As a youngster, I was highly encouraged to journal by my parents. I loved to write and I express myself much more thoroughly through the written word than verbally. There’s times I end up shaking my head at myself thinking, “did I just really say that?” Regardless, hand me a pen (er, computer or phone) and I can put everything down on paper much easier.
I was the only 2nd grader to said they wanted to be an author, that I remember. Ok, I also said I wanted to be a vet, a teacher, a dog kennel owner, a waitress (I wanted tips, let’s be honest) and a grocery check stand clerk (yay for self check-out lines so I can do that now!). But at the ripe age of seven, I decided right there in the reading corner of my classroom, that my name should be on the front of books. Oooooh, and maybe a headshot for the book cover…but I digress. Now, let’s be clear, I am not a published author (unless you count this blog, but they didn’t have blogs in the early 90s) but writing is still my outlet and I love to share it with those who will find it useful. This is why I decided to take my journaling skills and put them to use for my kids.
I decided to journal about our daily lives in a notebook for my kids. Each entry starts as a letter to them and either explains what’s been going on lately or shares a story about their dad and me. I want them to know our history when they’re grown up, as I’ve had many questions for my parents. Nothing earth shattering, but I want my kids to know the old, rusted cow bell in the windowsill and the windmill in our garden was given to us by my grandparents.
The back stories: my grandparents have lived in the same house for 40 years after being stationed here when my grandpa was in the military. My extended family are still in the Midwest where many of them still live on or close to the farm. My 83-year-old grandfather was tinkering in the garage one night while my daughter and I went over to help them with some things because they’ve decided to down size and move a few miles away. I have to say, this wasn’t just emotional for them, it was emotional for me! So as my daughter is toddling around the garage, my grandpa hands her this rusted cow bell. He explains to me that when she gets older, I need to remind her that the bell is an actual bell one of the cows on the farm wore back home. My daughter took it from him and you could see her wheels turning as she shook it for the first time. It clanked and rattled and she squealed with this giant grin on her face and shook it again. I’m not sure whose face I enjoyed watching more; hers because she had received a new toy, or my grandpa’s because he just passed on a piece of our family’s history to her. They clapped and yelled together every time she shook it that night and that’s a memory I won’t forget. I know she will never even know it happened, so when I came home and told my husband, he immediately said, “that needs to go in her book” and he’s right. I want her to know when she gets older and has no idea where this rusty, old bell came from, there’s a story behind it.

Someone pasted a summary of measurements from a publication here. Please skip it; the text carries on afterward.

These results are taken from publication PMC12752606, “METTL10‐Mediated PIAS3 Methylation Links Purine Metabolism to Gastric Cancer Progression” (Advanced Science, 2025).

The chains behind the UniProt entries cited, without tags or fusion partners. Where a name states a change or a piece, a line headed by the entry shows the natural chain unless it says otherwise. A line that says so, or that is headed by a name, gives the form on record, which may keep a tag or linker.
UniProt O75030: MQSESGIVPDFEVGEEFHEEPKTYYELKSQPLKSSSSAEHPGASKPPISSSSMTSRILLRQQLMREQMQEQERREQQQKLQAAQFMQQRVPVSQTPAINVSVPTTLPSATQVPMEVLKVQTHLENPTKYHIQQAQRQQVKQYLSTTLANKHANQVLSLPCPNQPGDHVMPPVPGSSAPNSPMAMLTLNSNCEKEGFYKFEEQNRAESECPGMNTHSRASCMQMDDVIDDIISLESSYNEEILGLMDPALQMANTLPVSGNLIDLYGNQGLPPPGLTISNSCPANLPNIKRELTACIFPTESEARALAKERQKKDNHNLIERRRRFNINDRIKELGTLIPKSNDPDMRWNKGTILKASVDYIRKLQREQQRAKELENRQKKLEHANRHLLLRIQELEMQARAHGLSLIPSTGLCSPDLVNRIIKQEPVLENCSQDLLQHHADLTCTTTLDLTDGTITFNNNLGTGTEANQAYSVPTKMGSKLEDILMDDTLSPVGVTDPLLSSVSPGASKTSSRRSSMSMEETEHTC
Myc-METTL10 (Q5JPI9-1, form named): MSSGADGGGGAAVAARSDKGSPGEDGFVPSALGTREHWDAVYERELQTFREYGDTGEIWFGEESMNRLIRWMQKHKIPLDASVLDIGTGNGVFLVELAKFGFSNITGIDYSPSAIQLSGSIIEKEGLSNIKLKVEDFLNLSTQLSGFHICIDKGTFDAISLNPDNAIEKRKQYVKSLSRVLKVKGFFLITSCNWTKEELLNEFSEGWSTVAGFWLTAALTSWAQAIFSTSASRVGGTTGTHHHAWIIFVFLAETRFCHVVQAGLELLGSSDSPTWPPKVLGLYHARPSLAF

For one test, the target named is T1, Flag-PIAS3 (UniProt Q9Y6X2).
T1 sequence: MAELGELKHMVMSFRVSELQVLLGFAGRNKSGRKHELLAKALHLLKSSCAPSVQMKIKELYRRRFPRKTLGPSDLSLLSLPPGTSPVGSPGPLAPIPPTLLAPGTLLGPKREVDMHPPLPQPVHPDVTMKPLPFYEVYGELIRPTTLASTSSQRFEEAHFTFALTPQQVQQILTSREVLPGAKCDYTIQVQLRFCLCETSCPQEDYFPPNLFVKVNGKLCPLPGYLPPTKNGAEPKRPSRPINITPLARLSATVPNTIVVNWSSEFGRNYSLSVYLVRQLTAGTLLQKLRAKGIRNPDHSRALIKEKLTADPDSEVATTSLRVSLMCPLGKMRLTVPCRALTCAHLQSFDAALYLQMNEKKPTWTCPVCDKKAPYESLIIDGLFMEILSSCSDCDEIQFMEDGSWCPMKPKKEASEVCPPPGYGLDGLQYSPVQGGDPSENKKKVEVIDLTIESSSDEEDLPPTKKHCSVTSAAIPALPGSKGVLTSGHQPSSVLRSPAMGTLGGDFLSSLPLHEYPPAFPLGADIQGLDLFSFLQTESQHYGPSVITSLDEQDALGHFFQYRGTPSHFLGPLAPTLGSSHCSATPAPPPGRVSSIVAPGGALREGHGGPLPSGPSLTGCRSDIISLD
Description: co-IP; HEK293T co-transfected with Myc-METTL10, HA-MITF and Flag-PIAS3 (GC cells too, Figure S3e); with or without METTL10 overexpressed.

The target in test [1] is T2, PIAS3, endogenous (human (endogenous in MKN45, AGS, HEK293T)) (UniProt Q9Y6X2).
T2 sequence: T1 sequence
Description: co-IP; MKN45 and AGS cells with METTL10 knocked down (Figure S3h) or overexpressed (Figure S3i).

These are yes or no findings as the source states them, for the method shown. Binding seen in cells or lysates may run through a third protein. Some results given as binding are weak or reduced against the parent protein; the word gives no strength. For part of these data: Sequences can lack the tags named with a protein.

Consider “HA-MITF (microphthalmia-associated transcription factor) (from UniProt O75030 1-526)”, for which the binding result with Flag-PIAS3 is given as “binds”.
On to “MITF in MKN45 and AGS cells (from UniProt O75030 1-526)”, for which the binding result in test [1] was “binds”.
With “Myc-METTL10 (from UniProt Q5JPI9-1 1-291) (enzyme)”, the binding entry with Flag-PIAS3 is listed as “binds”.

The windmill in our garden is one of my favorite pieces in our new house. When my grandparents moved, my grandma asked my dad who he thought may enjoy having her windmill from the backyard. My dad immediately told her that we would love it because we were in the process of house hunting and we wanted land. Our new house has this amazing fenced garden and that windmill looks wonderful in it. It came from my great-grandparents’ farm in Missouri and my grandparents hauled it back to Washington in the mid-70s and have had it in their backyard ever since. I love that it has family history and I can pass it down to one of my girls later on. Again, all of this makes for wonderful journal entries for them to read.
I am pretty proud of myself that this is a project I started and kept up with as best I could. It’s not a daily occurrence, don’t get me wrong, and sometimes there are big gaps of time in between entries. But they are getting done and it will be something they will enjoy later on in life. For now, they won’t even know it’s something they have, but can compare notes when they’re older.
1. The journal doesn’t have to be fancy. My oldest daughter’s is in a notebook that kids would use in school (I found out I was pregnant with her right around the times school supplies hit Target, haha). My youngest’s is the one in the photo of this post which I found in the stationary aisle at Target (are you picking up on a theme here?)
2. Write about whatever you want; family stories (like the windmill and cow bell), their birth stories, milestones in their lives, facts and tidbits about you and/or your significant other, or just what’s happening in daily life. The entries don’t have to be long, either.
3. Add photos if you want!
4. Start and end with a salutation. Each entry starts with “Dear Kiddo” or their name and ends with “Love, Mom”. My husband has said he’d write an entry too, so by signing it it’s fun for them to see the difference.
5. The most important part for me: it’s handwritten. This is only because I love finding old, handwritten notes from family. My mom gave me a cookbook that my great-grandmother gave to her one year for Christmas. It wasn’t until years later that I was flipping through it, only to realize she’s written on the inside page a note to my mom wishing her a merry Christmas and the year. I love those kinds of things.
See? Simple. Make it easy on yourself. The fact that your kids will have something like that later on in life will be fantastic enough that making it elaborate won’t make a difference. Happy journaling!